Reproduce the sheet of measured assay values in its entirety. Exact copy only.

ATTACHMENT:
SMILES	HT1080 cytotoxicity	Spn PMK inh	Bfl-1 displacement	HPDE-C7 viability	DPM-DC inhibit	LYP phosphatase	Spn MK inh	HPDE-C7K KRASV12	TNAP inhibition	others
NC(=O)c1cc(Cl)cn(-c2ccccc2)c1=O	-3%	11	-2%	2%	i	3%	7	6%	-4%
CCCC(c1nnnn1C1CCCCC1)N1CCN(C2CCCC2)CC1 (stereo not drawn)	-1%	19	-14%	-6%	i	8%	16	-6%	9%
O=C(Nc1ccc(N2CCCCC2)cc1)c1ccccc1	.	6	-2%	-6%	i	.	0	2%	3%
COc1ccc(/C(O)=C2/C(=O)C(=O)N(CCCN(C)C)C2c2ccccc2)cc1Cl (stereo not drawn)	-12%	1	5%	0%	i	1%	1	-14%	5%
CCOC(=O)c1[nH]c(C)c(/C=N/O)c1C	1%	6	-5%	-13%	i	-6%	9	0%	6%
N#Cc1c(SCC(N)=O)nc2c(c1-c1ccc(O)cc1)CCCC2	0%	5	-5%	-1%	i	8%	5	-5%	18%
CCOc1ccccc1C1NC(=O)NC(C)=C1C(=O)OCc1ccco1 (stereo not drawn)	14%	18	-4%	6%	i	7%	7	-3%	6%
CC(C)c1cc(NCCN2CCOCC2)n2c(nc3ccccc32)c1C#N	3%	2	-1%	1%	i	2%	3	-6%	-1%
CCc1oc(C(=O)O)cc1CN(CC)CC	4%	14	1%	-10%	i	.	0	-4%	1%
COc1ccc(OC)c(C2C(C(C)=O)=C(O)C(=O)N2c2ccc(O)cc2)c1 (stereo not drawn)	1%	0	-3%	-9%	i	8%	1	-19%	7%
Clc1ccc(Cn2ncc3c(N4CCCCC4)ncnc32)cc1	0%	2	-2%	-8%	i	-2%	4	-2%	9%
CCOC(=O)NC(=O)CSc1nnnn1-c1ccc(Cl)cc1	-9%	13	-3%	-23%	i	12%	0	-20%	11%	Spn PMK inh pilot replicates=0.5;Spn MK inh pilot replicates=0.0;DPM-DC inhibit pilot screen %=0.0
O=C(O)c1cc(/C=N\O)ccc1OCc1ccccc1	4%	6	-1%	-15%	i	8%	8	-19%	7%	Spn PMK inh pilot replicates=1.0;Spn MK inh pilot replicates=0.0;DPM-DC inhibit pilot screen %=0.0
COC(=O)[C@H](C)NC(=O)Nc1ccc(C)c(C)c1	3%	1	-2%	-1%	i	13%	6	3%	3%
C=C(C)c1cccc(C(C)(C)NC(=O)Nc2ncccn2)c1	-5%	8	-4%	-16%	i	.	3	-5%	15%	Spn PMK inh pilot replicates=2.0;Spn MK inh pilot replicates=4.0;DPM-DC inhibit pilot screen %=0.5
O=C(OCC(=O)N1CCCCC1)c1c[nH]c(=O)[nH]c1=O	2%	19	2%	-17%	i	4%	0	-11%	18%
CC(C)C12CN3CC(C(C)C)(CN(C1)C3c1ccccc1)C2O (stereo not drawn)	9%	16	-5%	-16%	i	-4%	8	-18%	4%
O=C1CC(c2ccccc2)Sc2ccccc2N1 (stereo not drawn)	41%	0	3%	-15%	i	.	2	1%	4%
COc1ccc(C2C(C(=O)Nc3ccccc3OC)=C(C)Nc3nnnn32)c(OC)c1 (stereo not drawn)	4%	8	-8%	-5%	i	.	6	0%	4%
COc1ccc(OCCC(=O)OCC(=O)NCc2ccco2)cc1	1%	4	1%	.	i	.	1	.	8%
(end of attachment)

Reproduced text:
SMILES	HT1080 cytotoxicity	Spn PMK inh	Bfl-1 displacement	HPDE-C7 viability	DPM-DC inhibit	LYP phosphatase	Spn MK inh	HPDE-C7K KRASV12	TNAP inhibition	others
NC(=O)c1cc(Cl)cn(-c2ccccc2)c1=O	-3%	11	-2%	2%	i	3%	7	6%	-4%
CCCC(c1nnnn1C1CCCCC1)N1CCN(C2CCCC2)CC1 (stereo not drawn)	-1%	19	-14%	-6%	i	8%	16	-6%	9%
O=C(Nc1ccc(N2CCCCC2)cc1)c1ccccc1	.	6	-2%	-6%	i	.	0	2%	3%
COc1ccc(/C(O)=C2/C(=O)C(=O)N(CCCN(C)C)C2c2ccccc2)cc1Cl (stereo not drawn)	-12%	1	5%	0%	i	1%	1	-14%	5%
CCOC(=O)c1[nH]c(C)c(/C=N/O)c1C	1%	6	-5%	-13%	i	-6%	9	0%	6%
N#Cc1c(SCC(N)=O)nc2c(c1-c1ccc(O)cc1)CCCC2	0%	5	-5%	-1%	i	8%	5	-5%	18%
CCOc1ccccc1C1NC(=O)NC(C)=C1C(=O)OCc1ccco1 (stereo not drawn)	14%	18	-4%	6%	i	7%	7	-3%	6%
CC(C)c1cc(NCCN2CCOCC2)n2c(nc3ccccc32)c1C#N	3%	2	-1%	1%	i	2%	3	-6%	-1%
CCc1oc(C(=O)O)cc1CN(CC)CC	4%	14	1%	-10%	i	.	0	-4%	1%
COc1ccc(OC)c(C2C(C(C)=O)=C(O)C(=O)N2c2ccc(O)cc2)c1 (stereo not drawn)	1%	0	-3%	-9%	i	8%	1	-19%	7%
Clc1ccc(Cn2ncc3c(N4CCCCC4)ncnc32)cc1	0%	2	-2%	-8%	i	-2%	4	-2%	9%
CCOC(=O)NC(=O)CSc1nnnn1-c1ccc(Cl)cc1	-9%	13	-3%	-23%	i	12%	0	-20%	11%	Spn PMK inh pilot replicates=0.5;Spn MK inh pilot replicates=0.0;DPM-DC inhibit pilot screen %=0.0
O=C(O)c1cc(/C=N\O)ccc1OCc1ccccc1	4%	6	-1%	-15%	i	8%	8	-19%	7%	Spn PMK inh pilot replicates=1.0;Spn MK inh pilot replicates=0.0;DPM-DC inhibit pilot screen %=0.0
COC(=O)[C@H](C)NC(=O)Nc1ccc(C)c(C)c1	3%	1	-2%	-1%	i	13%	6	3%	3%
C=C(C)c1cccc(C(C)(C)NC(=O)Nc2ncccn2)c1	-5%	8	-4%	-16%	i	.	3	-5%	15%	Spn PMK inh pilot replicates=2.0;Spn MK inh pilot replicates=4.0;DPM-DC inhibit pilot screen %=0.5
O=C(OCC(=O)N1CCCCC1)c1c[nH]c(=O)[nH]c1=O	2%	19	2%	-17%	i	4%	0	-11%	18%
CC(C)C12CN3CC(C(C)C)(CN(C1)C3c1ccccc1)C2O (stereo not drawn)	9%	16	-5%	-16%	i	-4%	8	-18%	4%
O=C1CC(c2ccccc2)Sc2ccccc2N1 (stereo not drawn)	41%	0	3%	-15%	i	.	2	1%	4%
COc1ccc(C2C(C(=O)Nc3ccccc3OC)=C(C)Nc3nnnn32)c(OC)c1 (stereo not drawn)	4%	8	-8%	-5%	i	.	6	0%	4%
COc1ccc(OCCC(=O)OCC(=O)NCc2ccco2)cc1	1%	4	1%	.	i	.	1	.	8%